2006-04-03

Capers to Die For

No, I'm not talkin' cozies. I am talking about the one thing always found in my refrigerator: capers.

For those who might be furrowing their brows in confusion, capers (Capparis spinosa) are a wondrous culinary item brought to us from a flowering shrub found in the Mediterranean region. It's known for its edible buds and fruit.

The buds are harvested in the morning immediately before flowering; they are never dried but pickled in oil, brine or vinegar. Less often, capers are preserved by packing in coarse salt. These must be rinsed before usage. And I mean that most sincerely.

Smaller buds (nonpareilles and surfines, both with less than one centimeter diameter) are considered more valuable than the larger capucines and communes (more than 1.5 cm diameter).

Pickled caper fruits (French cornichon de c√Ępres, in English also known as caper berries) are more rarely traded. Their flavour is very intensive, piquant, pungent and wonderful.

Medicinely, capers are said to reduce flatulence and to be anti-rheumatic in effect. In ayurvedeic medicine capers (Capers=Himsra) are recorded as hepatic stimulants and protectors, improving liver function. Capers have reported uses for arteriosclerosis, as diuretics, kidney disinfectants, vermifuges and tonics. Infusions and decoctions from caper root bark have been traditionally used for dropsy, anemia, arthritis and gout. Capers contain considerable amounts of the anti-oxidant bioflavinoid rutin.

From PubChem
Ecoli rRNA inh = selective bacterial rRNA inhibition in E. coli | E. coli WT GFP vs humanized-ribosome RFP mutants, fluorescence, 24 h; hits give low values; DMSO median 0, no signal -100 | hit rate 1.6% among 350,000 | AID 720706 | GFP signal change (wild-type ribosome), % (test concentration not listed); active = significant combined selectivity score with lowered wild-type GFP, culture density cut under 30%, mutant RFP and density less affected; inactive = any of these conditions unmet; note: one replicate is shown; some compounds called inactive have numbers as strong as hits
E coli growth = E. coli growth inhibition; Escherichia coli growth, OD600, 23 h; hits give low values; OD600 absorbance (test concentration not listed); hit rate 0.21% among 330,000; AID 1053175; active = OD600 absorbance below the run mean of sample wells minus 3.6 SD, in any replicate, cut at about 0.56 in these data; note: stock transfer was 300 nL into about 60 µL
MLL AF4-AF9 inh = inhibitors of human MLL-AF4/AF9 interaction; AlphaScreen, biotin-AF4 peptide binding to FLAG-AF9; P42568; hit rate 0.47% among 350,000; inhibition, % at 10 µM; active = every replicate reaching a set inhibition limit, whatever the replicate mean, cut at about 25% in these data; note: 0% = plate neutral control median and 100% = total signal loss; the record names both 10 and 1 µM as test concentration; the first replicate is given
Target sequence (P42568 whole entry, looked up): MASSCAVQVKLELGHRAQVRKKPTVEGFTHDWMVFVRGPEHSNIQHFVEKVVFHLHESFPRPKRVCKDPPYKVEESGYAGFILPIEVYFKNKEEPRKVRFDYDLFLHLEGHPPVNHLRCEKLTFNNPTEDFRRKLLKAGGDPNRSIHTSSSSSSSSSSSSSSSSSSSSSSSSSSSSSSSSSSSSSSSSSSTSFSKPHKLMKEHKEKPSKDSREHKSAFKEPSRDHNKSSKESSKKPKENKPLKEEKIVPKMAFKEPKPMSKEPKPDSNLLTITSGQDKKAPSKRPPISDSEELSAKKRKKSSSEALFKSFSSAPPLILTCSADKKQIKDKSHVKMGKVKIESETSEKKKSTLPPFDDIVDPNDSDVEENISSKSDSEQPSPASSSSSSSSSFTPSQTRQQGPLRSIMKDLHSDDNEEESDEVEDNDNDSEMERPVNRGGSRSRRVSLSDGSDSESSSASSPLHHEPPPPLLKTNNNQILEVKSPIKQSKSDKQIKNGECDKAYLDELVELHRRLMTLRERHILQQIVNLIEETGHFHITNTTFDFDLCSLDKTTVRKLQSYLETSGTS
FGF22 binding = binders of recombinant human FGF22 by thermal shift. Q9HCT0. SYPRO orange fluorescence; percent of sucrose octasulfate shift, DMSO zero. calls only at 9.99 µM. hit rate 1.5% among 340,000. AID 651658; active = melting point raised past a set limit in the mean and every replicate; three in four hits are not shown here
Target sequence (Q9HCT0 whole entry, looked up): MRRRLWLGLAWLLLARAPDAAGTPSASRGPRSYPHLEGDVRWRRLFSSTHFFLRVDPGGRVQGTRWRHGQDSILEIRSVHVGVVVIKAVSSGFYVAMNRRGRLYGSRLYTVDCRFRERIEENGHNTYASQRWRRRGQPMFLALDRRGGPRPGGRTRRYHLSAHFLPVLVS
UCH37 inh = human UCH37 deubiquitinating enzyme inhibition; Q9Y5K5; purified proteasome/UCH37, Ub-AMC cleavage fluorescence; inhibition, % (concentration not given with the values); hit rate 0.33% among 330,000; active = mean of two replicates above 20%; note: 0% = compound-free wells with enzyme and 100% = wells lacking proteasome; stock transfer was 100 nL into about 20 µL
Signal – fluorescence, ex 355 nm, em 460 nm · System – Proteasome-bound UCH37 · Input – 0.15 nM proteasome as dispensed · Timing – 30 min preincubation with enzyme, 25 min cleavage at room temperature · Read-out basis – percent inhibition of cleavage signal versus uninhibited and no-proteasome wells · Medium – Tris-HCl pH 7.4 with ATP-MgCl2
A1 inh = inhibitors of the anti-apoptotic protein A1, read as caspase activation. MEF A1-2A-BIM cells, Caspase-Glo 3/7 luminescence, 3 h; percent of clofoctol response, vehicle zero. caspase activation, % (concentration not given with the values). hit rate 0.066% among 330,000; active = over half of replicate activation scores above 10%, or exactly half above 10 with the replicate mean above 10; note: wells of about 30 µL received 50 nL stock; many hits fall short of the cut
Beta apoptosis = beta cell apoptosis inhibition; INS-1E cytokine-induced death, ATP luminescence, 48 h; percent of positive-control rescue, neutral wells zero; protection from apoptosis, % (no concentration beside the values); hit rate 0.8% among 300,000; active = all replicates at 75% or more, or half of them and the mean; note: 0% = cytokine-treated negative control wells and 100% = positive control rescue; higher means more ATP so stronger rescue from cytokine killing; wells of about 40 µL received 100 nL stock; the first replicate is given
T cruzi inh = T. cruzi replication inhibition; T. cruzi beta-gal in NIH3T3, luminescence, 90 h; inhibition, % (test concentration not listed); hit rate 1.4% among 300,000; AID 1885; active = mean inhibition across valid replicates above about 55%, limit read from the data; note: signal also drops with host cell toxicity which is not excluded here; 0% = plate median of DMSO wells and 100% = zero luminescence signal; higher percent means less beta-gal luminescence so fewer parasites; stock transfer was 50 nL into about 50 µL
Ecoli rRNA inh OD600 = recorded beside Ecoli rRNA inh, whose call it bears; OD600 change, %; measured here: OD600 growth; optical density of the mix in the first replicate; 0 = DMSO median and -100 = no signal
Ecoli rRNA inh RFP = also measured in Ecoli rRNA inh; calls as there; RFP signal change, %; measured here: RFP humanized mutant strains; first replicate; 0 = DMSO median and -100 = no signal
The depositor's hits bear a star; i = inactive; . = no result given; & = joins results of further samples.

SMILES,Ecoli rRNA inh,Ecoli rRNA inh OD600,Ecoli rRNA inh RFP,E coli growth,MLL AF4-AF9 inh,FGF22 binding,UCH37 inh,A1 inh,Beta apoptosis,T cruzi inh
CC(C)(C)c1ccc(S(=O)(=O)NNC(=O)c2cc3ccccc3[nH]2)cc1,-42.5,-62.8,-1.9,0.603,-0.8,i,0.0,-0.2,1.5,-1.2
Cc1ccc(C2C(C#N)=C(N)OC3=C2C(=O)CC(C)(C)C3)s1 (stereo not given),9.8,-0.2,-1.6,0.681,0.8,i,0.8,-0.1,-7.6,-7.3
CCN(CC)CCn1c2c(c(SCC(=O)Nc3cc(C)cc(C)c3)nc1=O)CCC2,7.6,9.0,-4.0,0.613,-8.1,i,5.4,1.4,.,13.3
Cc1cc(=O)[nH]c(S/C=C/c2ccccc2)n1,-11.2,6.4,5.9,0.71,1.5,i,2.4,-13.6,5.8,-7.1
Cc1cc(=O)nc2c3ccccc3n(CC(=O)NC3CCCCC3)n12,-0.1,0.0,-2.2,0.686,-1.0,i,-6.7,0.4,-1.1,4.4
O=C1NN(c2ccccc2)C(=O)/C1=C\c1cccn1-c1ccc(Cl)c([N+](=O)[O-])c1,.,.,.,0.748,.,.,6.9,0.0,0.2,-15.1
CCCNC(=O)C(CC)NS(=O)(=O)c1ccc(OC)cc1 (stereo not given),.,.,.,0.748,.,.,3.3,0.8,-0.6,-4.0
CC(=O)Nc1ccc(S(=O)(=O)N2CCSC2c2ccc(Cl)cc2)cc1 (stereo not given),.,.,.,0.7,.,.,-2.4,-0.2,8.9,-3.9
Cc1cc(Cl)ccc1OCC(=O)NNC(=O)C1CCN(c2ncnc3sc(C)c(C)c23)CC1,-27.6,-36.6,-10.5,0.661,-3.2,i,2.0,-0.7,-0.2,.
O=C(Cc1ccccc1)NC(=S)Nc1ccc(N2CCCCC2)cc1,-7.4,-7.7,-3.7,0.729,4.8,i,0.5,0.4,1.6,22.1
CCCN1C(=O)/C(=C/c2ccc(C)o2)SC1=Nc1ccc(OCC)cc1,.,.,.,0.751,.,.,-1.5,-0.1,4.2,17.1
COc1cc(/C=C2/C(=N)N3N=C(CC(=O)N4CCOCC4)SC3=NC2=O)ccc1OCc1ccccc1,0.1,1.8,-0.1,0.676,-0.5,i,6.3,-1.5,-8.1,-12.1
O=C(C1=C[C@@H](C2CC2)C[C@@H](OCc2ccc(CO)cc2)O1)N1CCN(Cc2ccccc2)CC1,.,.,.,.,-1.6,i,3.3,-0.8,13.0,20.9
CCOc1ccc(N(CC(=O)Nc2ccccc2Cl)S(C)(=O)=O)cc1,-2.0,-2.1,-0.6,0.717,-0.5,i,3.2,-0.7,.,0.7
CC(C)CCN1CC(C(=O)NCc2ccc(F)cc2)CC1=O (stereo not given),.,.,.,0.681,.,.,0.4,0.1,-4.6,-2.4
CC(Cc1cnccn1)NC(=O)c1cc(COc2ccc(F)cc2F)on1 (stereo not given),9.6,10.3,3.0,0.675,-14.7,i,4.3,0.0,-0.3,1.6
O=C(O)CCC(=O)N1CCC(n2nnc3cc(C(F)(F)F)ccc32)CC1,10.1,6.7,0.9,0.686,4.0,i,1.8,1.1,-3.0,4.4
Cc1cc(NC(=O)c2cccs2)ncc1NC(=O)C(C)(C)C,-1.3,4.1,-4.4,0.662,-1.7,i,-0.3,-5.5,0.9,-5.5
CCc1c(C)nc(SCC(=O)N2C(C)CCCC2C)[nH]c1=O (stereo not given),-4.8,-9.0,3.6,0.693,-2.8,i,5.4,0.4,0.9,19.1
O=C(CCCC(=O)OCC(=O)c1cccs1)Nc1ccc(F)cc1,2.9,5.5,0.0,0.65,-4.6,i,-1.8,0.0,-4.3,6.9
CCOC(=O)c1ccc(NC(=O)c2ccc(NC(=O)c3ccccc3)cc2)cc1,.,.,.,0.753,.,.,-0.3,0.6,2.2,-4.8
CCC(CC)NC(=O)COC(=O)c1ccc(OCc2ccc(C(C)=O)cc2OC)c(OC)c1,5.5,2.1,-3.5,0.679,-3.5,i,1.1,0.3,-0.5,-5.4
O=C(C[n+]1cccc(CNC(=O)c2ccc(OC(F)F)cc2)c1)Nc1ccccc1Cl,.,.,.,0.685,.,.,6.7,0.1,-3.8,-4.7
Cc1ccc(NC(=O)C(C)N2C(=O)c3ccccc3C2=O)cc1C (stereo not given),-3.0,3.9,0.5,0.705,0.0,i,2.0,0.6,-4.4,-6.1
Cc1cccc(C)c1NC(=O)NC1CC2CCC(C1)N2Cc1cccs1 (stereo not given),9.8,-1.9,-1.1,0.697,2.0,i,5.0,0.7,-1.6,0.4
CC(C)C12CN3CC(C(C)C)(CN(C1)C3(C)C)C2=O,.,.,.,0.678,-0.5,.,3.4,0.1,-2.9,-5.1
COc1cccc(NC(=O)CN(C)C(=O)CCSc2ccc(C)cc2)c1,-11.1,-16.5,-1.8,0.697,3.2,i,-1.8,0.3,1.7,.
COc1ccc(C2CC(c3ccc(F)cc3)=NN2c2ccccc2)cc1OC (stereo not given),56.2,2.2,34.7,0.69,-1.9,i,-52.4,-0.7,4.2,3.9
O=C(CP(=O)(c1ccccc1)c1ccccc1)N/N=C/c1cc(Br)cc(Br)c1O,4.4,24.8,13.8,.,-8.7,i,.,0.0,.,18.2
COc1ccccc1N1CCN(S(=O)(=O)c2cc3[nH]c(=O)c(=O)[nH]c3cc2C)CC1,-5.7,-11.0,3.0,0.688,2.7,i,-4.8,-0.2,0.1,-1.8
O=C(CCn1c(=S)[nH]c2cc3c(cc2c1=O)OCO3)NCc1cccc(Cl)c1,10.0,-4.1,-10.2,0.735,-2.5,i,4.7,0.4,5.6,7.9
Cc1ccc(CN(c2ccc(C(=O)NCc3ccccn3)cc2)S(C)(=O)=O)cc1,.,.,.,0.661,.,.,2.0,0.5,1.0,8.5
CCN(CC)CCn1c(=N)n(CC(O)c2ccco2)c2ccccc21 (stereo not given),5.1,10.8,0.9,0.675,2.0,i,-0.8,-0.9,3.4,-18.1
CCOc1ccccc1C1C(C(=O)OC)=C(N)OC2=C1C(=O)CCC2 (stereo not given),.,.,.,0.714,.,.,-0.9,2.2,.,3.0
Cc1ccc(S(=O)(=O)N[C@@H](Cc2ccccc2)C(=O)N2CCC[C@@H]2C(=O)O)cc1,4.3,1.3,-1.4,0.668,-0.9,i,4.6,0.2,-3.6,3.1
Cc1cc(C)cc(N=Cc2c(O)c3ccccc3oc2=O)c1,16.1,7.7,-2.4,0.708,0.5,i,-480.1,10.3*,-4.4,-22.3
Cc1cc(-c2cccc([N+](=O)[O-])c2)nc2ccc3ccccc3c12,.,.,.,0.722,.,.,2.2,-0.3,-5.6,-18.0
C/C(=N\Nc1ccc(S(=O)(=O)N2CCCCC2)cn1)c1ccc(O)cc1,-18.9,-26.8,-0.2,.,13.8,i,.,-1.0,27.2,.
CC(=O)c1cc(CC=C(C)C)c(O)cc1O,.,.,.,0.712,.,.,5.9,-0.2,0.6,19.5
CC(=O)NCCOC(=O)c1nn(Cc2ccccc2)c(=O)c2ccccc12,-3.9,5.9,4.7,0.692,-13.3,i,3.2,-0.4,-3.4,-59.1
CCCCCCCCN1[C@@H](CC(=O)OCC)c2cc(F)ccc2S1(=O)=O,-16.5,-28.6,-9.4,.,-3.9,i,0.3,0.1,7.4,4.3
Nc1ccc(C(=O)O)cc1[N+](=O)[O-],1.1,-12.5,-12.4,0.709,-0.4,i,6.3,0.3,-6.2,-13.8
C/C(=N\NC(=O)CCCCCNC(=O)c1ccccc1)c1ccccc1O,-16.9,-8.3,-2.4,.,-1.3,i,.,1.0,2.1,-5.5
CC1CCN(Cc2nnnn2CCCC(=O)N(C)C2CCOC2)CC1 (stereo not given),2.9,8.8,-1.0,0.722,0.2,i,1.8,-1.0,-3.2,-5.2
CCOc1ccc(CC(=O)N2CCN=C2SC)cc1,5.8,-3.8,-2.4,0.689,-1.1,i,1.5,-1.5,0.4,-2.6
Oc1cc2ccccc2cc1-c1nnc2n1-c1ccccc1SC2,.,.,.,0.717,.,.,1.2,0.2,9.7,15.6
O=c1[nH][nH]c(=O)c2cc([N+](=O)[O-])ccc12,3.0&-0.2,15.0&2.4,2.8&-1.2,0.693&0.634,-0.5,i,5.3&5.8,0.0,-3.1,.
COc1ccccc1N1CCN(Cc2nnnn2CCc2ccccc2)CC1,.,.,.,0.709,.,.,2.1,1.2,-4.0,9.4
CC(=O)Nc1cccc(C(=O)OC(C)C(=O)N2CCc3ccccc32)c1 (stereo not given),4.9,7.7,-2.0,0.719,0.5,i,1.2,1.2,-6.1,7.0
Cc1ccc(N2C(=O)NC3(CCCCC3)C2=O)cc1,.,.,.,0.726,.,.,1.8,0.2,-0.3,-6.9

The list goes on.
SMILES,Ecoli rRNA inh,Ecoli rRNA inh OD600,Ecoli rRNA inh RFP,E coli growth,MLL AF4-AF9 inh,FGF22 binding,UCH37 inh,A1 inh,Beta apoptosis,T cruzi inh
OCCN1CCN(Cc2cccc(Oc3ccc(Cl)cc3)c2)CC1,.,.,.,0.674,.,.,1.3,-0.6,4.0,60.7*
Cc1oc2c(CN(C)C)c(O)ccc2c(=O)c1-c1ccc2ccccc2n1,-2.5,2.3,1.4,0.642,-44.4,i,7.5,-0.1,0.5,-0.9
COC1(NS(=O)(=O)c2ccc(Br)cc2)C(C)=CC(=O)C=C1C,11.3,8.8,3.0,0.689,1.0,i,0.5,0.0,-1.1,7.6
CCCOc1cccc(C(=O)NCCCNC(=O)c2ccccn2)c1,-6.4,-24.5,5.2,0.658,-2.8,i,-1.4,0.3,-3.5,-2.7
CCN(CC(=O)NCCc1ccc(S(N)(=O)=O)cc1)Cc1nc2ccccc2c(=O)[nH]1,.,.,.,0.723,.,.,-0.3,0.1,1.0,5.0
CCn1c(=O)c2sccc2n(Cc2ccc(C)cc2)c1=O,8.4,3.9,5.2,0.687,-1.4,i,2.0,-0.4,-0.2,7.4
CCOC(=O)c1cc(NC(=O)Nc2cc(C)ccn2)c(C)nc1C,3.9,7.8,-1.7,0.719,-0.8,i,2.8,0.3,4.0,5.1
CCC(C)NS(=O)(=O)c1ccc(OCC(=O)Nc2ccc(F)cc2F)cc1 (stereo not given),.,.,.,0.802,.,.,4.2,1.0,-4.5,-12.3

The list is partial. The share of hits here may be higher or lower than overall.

I've included a recipe below and links to other recipe sites. I use capers with chicken, with olive oil over pasta and cook them up with my eggs in the morning.

Polenta with Artichoke-Caper Sauce

1 package of polenta mix or make your own (most cookbooks have recipes)
1 onion, chopped (or 1 bunch green onions, chopped)
1-2 cloves garlic, crushed
1 red bell pepper, chopped
1 green bell pepper, chopped
6 artichoke hearts, cut in half (they come frozen here, or you can get them
canned in water)
1 lb. passata (I used fresh roma tomatoes, pureed them skins and all in the
cuisinart and then boiled them down. I didn't strain it because there are so
few seeds in the tomatoes and I like the extra fiber)
1 tablespoon capers
1 teaspoon fresh thyme
1 teaspoon fresh oregano
salt and pepper to taste
6 ounces fat free mozzarella - shredded or sliced
fat free parmesean

Make polenta (omit any fat they call for, it's not necessary) and pour into an 8x8 pan that has been sprayed with PAM. Set aside to cool down. "Saute" onion and garlic in a little water until soft. Add bell peppers, and artichoke hearts, and then pour over passata. Stir to blend.

Add capers, oregano and salt and pepper. Cover and simmer for 30 minutes. Turn the cooled polenta out onto a cutting board, and cut into bite-sized cubes. Put some of the cooked sauce on the bottom of a shallow baking dish. Place polenta cubes in a layer over the sauce, and then top with the mozzarella. Put the remaining sauce on top of the mozzarella layer and then sprinkle with some parmesean. Bake at 375 for 35 minutes.

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